18/07/2023 • 26 minutes 55 seconds
How terrifying is giving a conference talk?
ICYMI, listen to our episode with Agile pioneer Jim Highsmith: The meeting that changed how we build software (Ep. 579).Explore Connell’s website or his talks.Connell will be speaking at DDD East Midlands again this year: October 7, 2023 (with apologies to our British listeners for the date format). He’s also on GitHub, Twitter, and Stack Overflow (naturally).A very special Lifeboat badge is awarded to Connell for answering his own question: <a href=
14/07/2023 • 18 minutes 16 seconds
Jamstack is evolving toward a composable web
11/07/2023 • 21 minutes 25 seconds
From Sims to supercycle?
VerseProp is a digital real estate platform where users can buy, sell, and rent virtual properties.New to the concept of digital real estate? The Motley Fool has a useful primer for you.If you need to brush up on your investment terms, a supercycle is “a sustained period of expansion, usually driven by robust growth in demand for products and services.”Joel is on LinkedIn.Will is on LinkedIn.Follow VerseProp on Twitter, where the team welcomes questions.Today’s <a href="https://stack
07/07/2023 • 31 minutes 5 seconds
Developers use AI tools, they just don’t trust them
Our 2023 Developer Survey explored AI’s benefits for developers. Read about the results here.For more WWDC talk, listen to our episode from last month: Chatting with Apple at WWDC: Macros in Swift and the new visionOS (Ep. 578).Squarespace is acquiring Google Domains.Congratulations to Bruno Brant, who won a Lifeboat badge for answering Where can I view LINQ source code?.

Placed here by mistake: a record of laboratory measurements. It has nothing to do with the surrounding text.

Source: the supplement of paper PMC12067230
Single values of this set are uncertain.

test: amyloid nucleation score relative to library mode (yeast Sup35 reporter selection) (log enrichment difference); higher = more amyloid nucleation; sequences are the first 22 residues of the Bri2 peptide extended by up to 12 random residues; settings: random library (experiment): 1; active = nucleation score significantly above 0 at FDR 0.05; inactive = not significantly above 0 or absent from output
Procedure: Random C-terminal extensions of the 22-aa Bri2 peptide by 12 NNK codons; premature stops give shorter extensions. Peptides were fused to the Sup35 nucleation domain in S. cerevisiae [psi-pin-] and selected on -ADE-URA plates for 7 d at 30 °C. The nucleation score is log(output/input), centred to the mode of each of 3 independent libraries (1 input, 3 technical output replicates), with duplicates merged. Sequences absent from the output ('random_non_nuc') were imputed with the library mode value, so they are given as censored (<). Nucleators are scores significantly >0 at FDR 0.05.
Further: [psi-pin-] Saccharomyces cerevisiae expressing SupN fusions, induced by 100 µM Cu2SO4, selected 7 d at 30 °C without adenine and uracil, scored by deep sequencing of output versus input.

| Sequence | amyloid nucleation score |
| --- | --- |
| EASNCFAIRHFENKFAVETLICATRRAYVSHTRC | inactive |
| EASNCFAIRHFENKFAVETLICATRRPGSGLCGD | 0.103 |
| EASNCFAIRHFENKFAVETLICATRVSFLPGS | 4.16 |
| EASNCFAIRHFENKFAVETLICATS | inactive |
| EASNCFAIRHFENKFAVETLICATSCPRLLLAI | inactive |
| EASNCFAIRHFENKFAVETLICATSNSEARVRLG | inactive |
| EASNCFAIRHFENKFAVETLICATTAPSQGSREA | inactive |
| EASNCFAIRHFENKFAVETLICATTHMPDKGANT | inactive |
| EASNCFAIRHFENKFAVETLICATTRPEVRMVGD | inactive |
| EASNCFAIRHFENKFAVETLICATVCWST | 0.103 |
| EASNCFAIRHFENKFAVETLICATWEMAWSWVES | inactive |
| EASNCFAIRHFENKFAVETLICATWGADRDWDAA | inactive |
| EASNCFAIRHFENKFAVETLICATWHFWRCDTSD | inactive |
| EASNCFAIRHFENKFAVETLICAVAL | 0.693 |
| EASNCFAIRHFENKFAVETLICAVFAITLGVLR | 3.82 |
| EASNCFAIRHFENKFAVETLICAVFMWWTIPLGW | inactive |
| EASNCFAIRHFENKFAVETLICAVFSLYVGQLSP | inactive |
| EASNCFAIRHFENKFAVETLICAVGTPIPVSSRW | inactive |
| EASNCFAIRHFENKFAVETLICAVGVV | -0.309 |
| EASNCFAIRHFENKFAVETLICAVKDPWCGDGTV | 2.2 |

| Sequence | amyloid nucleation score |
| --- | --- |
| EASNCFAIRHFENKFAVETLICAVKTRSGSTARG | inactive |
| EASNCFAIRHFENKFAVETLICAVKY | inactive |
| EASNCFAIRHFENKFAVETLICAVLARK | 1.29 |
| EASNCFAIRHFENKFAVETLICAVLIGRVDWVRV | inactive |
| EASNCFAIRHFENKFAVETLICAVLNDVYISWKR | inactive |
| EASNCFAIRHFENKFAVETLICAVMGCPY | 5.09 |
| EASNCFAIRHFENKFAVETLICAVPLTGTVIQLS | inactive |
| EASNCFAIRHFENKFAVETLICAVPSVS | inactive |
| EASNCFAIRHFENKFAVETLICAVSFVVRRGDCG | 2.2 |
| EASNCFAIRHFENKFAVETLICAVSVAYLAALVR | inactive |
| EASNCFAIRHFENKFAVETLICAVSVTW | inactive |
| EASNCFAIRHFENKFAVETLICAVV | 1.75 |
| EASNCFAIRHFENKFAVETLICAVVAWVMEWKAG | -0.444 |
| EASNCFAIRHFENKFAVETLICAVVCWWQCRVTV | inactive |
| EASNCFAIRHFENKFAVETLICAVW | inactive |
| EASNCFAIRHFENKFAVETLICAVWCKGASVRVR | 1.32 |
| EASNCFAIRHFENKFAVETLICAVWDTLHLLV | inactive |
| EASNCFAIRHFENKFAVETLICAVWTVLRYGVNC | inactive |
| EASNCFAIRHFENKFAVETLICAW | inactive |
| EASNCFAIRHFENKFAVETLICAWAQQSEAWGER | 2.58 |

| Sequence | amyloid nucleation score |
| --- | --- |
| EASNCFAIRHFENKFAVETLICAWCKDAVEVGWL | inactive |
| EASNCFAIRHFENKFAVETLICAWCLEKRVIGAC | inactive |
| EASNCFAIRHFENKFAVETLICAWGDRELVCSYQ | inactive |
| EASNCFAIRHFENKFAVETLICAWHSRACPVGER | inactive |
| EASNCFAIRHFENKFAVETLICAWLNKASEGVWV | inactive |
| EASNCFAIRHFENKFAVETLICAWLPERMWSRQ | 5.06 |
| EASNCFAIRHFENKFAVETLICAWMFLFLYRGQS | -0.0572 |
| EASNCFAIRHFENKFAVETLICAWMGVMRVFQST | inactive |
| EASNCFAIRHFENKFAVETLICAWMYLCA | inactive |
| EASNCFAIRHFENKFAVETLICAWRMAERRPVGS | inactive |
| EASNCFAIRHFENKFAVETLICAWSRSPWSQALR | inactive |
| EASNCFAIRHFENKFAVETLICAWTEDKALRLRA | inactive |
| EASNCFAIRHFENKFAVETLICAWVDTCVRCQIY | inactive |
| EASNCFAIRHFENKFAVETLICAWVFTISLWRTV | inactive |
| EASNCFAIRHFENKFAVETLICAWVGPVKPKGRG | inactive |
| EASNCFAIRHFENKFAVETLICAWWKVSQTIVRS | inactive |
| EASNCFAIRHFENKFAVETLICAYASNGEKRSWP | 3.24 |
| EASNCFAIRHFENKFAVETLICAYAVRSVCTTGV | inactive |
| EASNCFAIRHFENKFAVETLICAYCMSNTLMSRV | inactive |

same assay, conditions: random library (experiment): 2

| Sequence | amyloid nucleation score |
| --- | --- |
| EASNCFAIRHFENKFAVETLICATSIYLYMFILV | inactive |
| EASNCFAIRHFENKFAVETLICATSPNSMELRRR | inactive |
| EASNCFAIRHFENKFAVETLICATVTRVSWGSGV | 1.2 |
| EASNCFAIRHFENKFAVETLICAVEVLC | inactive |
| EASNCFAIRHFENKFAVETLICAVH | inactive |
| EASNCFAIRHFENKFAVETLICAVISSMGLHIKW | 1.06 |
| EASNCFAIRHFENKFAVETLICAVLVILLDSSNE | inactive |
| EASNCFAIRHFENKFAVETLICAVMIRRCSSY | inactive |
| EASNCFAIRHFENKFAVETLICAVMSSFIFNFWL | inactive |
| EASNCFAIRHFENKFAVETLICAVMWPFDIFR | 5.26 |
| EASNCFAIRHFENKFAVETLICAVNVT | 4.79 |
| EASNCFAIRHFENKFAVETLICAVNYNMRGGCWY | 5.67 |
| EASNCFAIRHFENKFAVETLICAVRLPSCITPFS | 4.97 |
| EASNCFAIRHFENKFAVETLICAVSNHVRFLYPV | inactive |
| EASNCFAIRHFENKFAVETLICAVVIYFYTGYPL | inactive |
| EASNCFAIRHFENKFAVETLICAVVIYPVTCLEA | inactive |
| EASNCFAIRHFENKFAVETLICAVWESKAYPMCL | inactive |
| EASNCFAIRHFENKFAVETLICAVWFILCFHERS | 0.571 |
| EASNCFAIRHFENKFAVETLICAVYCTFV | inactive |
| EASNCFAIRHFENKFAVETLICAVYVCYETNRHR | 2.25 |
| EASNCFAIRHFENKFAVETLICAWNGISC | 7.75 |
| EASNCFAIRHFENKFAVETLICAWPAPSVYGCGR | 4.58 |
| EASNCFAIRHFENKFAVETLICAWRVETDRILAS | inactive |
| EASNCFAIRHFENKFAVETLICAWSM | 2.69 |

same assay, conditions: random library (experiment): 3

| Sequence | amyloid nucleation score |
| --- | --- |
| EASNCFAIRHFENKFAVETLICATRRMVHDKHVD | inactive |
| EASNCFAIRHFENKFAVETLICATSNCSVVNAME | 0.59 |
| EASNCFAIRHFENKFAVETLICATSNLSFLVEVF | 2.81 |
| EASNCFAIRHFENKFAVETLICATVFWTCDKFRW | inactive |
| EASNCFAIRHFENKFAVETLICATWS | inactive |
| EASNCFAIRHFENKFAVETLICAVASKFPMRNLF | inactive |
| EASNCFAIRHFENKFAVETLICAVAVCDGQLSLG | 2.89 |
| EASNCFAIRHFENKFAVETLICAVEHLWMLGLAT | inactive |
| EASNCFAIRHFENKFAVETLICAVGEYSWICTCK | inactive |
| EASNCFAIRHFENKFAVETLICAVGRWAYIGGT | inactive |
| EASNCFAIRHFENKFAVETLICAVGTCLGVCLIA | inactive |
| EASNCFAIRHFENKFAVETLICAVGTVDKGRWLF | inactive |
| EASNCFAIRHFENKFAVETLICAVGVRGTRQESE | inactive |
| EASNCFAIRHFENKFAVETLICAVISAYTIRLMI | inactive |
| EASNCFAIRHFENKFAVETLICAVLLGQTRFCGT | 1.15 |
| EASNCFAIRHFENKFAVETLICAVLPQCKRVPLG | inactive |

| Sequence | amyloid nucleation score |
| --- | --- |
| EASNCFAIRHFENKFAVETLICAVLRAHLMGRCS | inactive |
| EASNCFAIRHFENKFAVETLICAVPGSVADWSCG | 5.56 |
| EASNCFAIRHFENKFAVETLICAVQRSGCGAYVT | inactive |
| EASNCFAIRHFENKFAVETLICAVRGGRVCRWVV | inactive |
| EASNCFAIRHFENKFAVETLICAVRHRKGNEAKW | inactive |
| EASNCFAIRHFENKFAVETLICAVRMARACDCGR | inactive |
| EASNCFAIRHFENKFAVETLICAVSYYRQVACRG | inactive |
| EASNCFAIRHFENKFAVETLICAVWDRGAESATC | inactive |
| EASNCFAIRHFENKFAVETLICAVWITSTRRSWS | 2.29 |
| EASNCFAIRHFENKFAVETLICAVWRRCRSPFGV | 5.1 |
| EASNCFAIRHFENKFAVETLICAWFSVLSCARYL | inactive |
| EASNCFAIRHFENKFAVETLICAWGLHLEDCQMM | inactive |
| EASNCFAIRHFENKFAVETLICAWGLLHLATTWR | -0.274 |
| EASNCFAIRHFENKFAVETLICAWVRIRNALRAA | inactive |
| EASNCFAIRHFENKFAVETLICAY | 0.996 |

04/07/2023 • 24 minutes 11 seconds
Making computer science more humane at Carnegie Mellon
While he’s been the dean of the School of Computer Science since 2019, Martial started his career at Carnegie Mellon University way back in 1984. Ben covered LIDAR inventor Velodyne while at the Verge, while Martial has LIDAR’s ancestor, the laser rangefinder, which was state of the art in 1986. Martial’s area of research is in computer vision and perception for autonomous systems. Since 1985, he’s been a part of 388 publications. Congrats to Lifeboat winner mx0 for their answer to the question “<a href="https://stackoverflow.com/questions/70584730/how-to-use-a-reserved-keyword-in-pydanti
30/06/2023 • 27 minutes 28 seconds
Improving the developer experience in the energy sector
Software might not be top of mind when you think of an energy company like Shell, but software engineering powers a lot of what they do. The tech stack includes React, Golang, Python, GraphQL, MongoDB, Kafka, and the list goes on. The experience their developers have at work is a priority for the organization and its leaders. Episode notes:Find out why others have joined Shell. If you want to experience what being a developer at one of the world’s largest energy companies looks like, they’re hiring.You can connect with Abhai on LinkedIn. Congrats to this episode’s lifeboat badge winner, CertainPerformance, for their answer to <a href="https://stackoverflow.com/questions/52963900/convert-different-strings-to-snake-case-in-javas